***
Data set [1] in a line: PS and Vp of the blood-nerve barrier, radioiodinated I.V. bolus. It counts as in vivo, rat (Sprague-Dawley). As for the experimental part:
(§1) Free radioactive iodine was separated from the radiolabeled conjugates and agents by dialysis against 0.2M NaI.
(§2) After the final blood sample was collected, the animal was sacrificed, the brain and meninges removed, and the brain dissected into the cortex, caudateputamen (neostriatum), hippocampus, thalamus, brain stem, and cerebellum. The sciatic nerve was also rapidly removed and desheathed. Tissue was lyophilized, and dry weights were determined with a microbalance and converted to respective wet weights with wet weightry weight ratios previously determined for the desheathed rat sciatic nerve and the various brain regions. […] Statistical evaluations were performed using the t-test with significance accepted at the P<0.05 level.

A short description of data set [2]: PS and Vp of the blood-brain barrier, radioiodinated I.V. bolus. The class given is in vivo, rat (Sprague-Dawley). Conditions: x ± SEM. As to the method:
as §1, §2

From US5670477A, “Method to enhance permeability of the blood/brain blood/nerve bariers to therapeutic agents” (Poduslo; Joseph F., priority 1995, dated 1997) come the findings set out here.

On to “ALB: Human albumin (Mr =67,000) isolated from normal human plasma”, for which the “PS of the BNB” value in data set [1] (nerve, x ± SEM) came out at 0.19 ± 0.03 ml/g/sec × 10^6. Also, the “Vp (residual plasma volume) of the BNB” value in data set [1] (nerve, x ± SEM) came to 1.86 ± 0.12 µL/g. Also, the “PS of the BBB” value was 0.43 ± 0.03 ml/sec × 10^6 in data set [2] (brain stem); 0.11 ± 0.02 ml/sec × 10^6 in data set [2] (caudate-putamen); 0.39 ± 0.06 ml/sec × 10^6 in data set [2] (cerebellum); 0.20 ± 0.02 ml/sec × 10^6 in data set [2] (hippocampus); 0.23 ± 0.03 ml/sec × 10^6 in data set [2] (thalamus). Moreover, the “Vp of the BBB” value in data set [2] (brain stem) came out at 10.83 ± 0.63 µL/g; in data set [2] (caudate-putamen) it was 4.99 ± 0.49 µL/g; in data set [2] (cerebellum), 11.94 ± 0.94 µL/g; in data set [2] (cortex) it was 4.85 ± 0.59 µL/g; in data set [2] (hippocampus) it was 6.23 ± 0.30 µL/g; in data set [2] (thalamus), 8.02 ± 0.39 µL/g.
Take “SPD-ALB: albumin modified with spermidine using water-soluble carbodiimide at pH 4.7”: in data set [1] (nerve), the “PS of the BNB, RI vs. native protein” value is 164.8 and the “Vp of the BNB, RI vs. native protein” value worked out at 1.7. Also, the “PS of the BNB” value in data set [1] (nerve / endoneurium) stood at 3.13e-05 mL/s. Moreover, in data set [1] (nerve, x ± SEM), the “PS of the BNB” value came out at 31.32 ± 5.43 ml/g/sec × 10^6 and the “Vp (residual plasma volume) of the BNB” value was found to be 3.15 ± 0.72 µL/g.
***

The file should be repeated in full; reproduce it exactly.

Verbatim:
Data set [1] in a line: PS and Vp of the blood-nerve barrier, radioiodinated I.V. bolus. It counts as in vivo, rat (Sprague-Dawley). As for the experimental part:
(§1) Free radioactive iodine was separated from the radiolabeled conjugates and agents by dialysis against 0.2M NaI.
(§2) After the final blood sample was collected, the animal was sacrificed, the brain and meninges removed, and the brain dissected into the cortex, caudateputamen (neostriatum), hippocampus, thalamus, brain stem, and cerebellum. The sciatic nerve was also rapidly removed and desheathed. Tissue was lyophilized, and dry weights were determined with a microbalance and converted to respective wet weights with wet weightry weight ratios previously determined for the desheathed rat sciatic nerve and the various brain regions. […] Statistical evaluations were performed using the t-test with significance accepted at the P<0.05 level.

A short description of data set [2]: PS and Vp of the blood-brain barrier, radioiodinated I.V. bolus. The class given is in vivo, rat (Sprague-Dawley). Conditions: x ± SEM. As to the method:
as §1, §2

From US5670477A, “Method to enhance permeability of the blood/brain blood/nerve bariers to therapeutic agents” (Poduslo; Joseph F., priority 1995, dated 1997) come the findings set out here.

On to “ALB: Human albumin (Mr =67,000) isolated from normal human plasma”, for which the “PS of the BNB” value in data set [1] (nerve, x ± SEM) came out at 0.19 ± 0.03 ml/g/sec × 10^6. Also, the “Vp (residual plasma volume) of the BNB” value in data set [1] (nerve, x ± SEM) came to 1.86 ± 0.12 µL/g. Also, the “PS of the BBB” value was 0.43 ± 0.03 ml/sec × 10^6 in data set [2] (brain stem); 0.11 ± 0.02 ml/sec × 10^6 in data set [2] (caudate-putamen); 0.39 ± 0.06 ml/sec × 10^6 in data set [2] (cerebellum); 0.20 ± 0.02 ml/sec × 10^6 in data set [2] (hippocampus); 0.23 ± 0.03 ml/sec × 10^6 in data set [2] (thalamus). Moreover, the “Vp of the BBB” value in data set [2] (brain stem) came out at 10.83 ± 0.63 µL/g; in data set [2] (caudate-putamen) it was 4.99 ± 0.49 µL/g; in data set [2] (cerebellum), 11.94 ± 0.94 µL/g; in data set [2] (cortex) it was 4.85 ± 0.59 µL/g; in data set [2] (hippocampus) it was 6.23 ± 0.30 µL/g; in data set [2] (thalamus), 8.02 ± 0.39 µL/g.
Take “SPD-ALB: albumin modified with spermidine using water-soluble carbodiimide at pH 4.7”: in data set [1] (nerve), the “PS of the BNB, RI vs. native protein” value is 164.8 and the “Vp of the BNB, RI vs. native protein” value worked out at 1.7. Also, the “PS of the BNB” value in data set [1] (nerve / endoneurium) stood at 3.13e-05 mL/s. Moreover, in data set [1] (nerve, x ± SEM), the “PS of the BNB” value came out at 31.32 ± 5.43 ml/g/sec × 10^6 and the “Vp (residual plasma volume) of the BNB” value was found to be 3.15 ± 0.72 µL/g.